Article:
Highland Warriorby Hannah Howell
Eric Murray was the youngest of his brothers, determined to gain his rightful inheritance after thirteen years of bitter dispute with his father's family. Starting out alone to confront his tight-fisted kinsmen, he encountered a chestnut-haired beauty set upon by thieves. When she begged for Eric's protection for herself and her infant nephew, Eric promised to deliver… See more details below
Eric Murray was the youngest of his brothers, determined to gain his rightful inheritance after thirteen years of bitter dispute with his father's family. Starting out alone to confront his tight-fisted kinsmen, he encountered a chestnut-haired beauty set upon by thieves. When she begged for Eric's protection for herself and her infant nephew, Eric promised to deliver them to the safety of her family.
Bethia Drummond desperately tried to ignore her attraction to the azure-eyed stranger. Still, Eric Murray was Bethia's only hope of escaping her ruthless kin who planned to kill her and her orphaned nephew, and claim their inherited land. Then Bethia learned that Eric, too, was seeking land and coin from his own kin -- her family's closest allies. How could she love a man she might one day be forced to stand against him? And yet she could not ignore what her troubled heart knew -- that this proud knight had more than inspired her deepest passions he had become her very destiny.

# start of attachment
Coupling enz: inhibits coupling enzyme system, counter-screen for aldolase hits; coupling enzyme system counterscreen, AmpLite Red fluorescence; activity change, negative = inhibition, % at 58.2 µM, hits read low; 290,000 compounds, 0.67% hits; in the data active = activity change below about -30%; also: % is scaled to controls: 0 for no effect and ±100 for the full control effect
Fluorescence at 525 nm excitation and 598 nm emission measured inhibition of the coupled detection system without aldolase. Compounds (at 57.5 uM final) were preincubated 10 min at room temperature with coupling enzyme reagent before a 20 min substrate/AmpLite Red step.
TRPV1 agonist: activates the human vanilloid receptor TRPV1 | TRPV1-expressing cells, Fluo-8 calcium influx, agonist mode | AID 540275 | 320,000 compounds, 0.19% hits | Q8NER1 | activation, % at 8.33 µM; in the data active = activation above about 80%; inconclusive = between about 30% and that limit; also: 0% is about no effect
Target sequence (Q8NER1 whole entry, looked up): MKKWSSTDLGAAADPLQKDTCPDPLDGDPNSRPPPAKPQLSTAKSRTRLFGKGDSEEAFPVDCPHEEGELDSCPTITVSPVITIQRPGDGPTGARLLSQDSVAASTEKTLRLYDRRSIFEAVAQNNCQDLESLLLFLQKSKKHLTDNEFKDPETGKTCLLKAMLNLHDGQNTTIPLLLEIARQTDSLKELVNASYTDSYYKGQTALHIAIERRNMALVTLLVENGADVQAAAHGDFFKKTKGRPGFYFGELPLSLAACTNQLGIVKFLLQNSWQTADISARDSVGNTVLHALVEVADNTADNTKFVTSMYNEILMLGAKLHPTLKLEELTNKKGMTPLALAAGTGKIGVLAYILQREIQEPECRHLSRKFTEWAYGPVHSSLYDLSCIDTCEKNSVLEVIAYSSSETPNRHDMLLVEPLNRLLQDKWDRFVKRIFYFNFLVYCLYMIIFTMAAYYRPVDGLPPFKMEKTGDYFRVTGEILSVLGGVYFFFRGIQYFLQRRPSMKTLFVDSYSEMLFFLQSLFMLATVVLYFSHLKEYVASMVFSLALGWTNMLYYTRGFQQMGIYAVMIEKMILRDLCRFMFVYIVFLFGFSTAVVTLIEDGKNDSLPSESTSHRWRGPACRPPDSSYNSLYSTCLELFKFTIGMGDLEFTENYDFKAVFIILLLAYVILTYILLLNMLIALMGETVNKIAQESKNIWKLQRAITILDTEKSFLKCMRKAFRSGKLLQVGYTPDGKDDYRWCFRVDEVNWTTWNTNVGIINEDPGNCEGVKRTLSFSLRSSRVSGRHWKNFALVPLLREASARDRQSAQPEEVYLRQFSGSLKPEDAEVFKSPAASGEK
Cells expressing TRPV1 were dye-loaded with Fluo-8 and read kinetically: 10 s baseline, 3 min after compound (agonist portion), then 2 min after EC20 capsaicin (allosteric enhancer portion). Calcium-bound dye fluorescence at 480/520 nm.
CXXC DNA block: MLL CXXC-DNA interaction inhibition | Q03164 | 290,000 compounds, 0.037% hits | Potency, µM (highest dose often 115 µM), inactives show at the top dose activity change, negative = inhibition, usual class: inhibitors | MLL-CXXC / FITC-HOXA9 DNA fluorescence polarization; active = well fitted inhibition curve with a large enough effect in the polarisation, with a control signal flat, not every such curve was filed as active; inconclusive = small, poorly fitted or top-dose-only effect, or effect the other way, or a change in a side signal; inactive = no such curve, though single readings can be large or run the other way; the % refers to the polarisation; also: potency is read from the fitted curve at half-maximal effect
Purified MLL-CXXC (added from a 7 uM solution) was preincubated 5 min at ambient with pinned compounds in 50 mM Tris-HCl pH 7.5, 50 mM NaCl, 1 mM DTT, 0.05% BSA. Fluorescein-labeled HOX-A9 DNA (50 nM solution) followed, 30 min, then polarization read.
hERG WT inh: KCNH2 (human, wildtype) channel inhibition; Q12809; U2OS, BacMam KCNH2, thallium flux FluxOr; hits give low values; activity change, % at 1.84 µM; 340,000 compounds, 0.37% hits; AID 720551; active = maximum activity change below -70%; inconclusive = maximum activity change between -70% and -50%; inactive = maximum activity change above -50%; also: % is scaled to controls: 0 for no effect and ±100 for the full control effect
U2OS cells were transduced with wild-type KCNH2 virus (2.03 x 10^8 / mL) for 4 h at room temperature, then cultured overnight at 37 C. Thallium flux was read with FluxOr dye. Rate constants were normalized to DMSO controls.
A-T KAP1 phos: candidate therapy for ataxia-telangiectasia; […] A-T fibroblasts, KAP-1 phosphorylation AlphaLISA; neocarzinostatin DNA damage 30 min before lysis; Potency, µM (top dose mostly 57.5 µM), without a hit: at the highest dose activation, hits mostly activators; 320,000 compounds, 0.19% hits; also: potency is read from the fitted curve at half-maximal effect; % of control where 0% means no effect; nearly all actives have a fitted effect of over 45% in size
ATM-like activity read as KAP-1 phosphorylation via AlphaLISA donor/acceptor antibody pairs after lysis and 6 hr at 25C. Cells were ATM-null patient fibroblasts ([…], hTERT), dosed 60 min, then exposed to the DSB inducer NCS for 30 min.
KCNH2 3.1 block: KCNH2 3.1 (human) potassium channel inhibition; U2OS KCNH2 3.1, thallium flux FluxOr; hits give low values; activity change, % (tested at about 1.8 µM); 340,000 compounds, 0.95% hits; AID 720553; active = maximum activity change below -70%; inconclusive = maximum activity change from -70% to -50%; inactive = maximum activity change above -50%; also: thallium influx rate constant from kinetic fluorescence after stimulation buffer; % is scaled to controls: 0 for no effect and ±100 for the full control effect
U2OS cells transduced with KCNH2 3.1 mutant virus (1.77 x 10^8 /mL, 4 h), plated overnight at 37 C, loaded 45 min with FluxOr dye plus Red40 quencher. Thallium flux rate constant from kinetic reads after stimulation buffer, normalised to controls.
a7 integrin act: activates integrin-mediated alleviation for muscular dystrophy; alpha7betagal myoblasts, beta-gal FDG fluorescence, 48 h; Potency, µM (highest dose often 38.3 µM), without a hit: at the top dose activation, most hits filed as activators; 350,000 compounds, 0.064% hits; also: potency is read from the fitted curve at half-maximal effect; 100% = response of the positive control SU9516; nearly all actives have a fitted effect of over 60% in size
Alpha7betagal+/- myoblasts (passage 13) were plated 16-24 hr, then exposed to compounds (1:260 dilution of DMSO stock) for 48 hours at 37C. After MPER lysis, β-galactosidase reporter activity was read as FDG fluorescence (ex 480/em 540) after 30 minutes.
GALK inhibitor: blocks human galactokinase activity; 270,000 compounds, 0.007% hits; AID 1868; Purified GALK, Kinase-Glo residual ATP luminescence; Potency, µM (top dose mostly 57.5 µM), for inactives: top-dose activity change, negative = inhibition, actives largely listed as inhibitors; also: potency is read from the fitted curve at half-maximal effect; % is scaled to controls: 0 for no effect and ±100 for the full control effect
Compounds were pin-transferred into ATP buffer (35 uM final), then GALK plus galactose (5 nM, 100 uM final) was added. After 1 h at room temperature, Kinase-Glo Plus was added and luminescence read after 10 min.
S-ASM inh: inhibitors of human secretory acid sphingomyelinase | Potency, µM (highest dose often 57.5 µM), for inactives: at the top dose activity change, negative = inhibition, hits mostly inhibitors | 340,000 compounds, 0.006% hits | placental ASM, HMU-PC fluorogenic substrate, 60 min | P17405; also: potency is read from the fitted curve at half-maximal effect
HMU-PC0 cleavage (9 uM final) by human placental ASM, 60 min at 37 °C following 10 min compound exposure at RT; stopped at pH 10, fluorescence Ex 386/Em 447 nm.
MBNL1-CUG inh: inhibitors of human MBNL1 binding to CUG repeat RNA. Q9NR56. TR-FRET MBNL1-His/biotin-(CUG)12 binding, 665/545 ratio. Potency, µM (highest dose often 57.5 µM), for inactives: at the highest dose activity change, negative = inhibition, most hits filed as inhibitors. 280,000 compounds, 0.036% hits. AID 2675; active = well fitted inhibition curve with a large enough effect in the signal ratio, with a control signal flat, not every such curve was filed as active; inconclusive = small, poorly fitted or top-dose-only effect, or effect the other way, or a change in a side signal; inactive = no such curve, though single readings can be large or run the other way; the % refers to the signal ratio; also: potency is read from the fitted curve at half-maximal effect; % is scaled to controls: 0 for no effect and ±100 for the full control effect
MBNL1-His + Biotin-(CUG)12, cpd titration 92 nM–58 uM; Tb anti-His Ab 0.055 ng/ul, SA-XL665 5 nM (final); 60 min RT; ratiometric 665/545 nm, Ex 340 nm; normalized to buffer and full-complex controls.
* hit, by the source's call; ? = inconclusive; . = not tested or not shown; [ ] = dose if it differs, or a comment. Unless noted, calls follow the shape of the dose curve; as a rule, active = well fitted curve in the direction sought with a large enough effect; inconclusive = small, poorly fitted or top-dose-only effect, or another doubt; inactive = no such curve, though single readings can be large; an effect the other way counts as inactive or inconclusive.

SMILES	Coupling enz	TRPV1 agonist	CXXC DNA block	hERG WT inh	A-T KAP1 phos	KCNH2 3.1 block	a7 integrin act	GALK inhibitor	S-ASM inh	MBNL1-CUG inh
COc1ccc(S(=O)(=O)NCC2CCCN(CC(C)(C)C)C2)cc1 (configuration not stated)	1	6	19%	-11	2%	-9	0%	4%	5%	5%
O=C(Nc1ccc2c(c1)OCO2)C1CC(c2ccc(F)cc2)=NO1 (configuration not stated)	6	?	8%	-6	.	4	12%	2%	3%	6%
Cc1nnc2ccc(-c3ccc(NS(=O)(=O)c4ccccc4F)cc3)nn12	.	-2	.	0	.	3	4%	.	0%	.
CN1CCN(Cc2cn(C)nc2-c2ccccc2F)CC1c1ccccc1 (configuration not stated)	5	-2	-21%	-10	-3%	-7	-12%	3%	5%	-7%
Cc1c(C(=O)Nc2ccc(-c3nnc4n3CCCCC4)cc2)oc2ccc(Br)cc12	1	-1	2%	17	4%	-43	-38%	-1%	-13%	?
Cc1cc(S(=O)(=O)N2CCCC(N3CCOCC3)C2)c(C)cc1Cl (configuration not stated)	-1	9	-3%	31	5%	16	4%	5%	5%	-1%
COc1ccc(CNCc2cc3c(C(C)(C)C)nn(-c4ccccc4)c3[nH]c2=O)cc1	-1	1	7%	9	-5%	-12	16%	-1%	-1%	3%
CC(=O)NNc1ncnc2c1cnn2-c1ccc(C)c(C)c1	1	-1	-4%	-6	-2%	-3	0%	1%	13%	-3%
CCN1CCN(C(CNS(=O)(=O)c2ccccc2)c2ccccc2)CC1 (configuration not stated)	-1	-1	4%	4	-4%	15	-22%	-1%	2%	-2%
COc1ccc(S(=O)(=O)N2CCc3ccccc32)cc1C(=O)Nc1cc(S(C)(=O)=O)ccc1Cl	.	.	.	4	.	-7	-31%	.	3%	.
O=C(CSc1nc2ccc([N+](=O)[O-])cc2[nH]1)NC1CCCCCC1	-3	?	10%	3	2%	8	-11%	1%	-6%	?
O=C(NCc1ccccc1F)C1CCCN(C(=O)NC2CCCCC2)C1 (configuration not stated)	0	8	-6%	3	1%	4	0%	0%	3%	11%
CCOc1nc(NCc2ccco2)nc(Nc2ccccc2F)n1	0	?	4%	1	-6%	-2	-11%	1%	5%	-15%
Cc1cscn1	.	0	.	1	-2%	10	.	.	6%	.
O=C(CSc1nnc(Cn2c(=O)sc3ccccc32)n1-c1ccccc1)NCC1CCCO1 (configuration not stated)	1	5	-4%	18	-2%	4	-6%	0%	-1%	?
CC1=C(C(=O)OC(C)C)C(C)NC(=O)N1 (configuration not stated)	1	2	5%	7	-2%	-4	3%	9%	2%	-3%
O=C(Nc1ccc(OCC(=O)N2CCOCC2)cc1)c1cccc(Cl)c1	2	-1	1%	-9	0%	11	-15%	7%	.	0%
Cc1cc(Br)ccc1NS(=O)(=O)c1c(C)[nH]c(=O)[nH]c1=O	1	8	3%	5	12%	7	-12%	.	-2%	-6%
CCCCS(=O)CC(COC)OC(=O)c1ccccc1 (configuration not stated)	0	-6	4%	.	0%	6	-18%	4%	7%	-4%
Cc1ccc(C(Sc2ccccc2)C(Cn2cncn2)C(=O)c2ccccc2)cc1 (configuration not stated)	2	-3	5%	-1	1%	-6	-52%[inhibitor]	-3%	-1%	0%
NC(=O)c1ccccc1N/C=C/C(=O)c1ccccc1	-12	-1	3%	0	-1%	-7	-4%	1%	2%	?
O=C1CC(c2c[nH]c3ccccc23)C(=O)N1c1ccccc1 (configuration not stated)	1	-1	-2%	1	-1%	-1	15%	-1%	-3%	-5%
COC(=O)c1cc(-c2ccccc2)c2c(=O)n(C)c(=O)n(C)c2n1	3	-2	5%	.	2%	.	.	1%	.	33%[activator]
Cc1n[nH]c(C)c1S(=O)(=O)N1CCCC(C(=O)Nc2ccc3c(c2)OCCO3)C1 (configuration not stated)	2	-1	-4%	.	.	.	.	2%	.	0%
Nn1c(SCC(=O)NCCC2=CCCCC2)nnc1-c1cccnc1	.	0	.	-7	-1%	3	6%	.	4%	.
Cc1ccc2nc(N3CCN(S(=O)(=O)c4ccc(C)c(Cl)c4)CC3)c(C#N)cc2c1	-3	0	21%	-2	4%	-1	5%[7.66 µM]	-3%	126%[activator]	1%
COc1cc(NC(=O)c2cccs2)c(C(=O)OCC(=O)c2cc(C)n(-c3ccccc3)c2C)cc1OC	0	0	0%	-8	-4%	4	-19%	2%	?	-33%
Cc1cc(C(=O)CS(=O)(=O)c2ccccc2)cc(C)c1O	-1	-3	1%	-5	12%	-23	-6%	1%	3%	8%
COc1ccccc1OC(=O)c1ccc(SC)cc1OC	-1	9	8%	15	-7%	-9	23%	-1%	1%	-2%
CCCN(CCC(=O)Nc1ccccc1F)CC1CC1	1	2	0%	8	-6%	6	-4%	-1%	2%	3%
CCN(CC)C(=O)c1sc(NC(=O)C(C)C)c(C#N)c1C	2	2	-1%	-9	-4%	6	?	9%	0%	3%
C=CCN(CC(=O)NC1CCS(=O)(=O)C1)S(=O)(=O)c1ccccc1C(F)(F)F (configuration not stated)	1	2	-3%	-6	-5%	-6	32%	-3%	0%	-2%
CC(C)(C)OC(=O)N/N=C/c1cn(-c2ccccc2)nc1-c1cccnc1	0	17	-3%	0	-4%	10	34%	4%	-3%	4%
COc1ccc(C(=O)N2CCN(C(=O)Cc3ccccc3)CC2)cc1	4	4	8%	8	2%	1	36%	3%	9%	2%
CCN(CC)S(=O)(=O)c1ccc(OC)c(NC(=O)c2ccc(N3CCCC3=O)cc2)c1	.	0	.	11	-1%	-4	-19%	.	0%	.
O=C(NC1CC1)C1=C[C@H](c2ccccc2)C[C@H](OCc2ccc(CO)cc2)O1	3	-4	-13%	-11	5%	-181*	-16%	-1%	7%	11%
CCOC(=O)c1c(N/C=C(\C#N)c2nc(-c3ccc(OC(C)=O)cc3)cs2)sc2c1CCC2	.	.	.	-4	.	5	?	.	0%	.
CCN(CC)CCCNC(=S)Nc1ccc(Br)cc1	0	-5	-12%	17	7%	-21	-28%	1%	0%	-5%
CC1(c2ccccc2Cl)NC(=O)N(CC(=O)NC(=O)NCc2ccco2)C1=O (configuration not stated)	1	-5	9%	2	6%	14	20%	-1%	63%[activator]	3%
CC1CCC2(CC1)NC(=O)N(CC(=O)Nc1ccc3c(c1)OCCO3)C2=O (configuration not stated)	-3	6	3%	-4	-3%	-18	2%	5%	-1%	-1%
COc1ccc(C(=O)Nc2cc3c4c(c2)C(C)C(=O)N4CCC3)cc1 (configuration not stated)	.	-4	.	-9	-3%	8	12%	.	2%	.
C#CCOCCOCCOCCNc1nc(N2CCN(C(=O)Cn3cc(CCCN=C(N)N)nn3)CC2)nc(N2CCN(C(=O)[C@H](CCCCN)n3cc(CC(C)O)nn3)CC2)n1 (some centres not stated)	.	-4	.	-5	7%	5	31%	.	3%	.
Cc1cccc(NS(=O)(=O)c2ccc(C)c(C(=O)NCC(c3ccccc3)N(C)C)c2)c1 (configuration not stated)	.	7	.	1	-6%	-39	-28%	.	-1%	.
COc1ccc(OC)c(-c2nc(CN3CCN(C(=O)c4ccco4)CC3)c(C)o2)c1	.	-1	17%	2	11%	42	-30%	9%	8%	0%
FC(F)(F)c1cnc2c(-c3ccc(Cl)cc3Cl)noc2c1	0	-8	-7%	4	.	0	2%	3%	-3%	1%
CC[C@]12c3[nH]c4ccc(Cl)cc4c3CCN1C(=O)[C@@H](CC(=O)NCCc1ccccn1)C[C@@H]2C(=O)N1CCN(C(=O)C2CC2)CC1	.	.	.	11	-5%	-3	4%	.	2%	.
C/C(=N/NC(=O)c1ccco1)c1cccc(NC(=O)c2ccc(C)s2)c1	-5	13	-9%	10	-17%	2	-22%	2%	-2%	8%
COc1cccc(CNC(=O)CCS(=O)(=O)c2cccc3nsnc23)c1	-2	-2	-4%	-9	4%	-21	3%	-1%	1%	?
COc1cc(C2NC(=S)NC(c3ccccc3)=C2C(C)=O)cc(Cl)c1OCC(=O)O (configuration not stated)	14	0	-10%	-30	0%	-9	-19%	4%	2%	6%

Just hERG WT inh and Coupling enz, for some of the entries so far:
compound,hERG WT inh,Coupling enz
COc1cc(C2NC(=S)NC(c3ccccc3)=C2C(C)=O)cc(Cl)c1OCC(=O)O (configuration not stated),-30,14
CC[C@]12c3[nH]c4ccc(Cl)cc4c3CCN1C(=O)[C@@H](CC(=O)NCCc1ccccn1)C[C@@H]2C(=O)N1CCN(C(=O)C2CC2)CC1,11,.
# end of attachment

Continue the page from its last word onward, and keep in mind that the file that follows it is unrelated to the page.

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A Highland Romance
By Hannah Howell
OPEN ROAD INTEGRATED MEDIACopyright © 2004 Hannah Howell
All rights reserved.
"Satan's big toe!"
Fiona cautiously stood up, steadied herself, and vainly tried to rub away the throbbing pain in her backside as she watched her horse disappear over the hill. Her brothers were going to kill her, slowly. Gillyanne, her sister by marriage, would probably not come to her aid this time. Fiona had the lowering feeling that she had sunk herself deep into trouble this time, had, in fact, been utterly witless. She was miles from home, had no supplies, and the sun was rapidly sinking below the horizon. Even worse, no one at Deilcladach knew where she had gone.
"Weel, ye certainly showed Connor who is in control, didnae ye," she muttered as she tried to discern exactly where that cursed horse had dropped her. "If only Connor had asked nicely instead of commanding me in that irritating way he has. Nay, nay, this isnae his fault. Tis yours and yours alone, Fiona MacEnroy. Tis ye who is to blame for this disaster."